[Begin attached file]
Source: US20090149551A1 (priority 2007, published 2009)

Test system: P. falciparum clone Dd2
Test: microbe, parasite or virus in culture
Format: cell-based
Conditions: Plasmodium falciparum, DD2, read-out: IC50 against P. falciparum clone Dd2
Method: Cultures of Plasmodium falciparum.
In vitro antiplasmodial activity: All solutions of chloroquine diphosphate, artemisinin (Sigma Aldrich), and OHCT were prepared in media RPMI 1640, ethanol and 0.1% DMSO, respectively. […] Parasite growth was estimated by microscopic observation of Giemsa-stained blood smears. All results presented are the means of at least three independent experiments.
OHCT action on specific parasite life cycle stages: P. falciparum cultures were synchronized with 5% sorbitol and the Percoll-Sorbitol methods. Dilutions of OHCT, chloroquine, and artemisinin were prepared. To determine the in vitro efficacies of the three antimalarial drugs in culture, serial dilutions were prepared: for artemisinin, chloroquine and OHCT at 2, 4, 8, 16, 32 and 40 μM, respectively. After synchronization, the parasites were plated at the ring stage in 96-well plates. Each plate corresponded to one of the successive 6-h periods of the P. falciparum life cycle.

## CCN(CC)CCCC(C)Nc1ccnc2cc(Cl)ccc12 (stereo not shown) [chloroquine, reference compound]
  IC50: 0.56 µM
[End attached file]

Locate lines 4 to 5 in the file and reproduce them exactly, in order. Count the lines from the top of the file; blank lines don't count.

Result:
Format: cell-based
Conditions: Plasmodium falciparum, DD2, read-out: IC50 against P. falciparum clone Dd2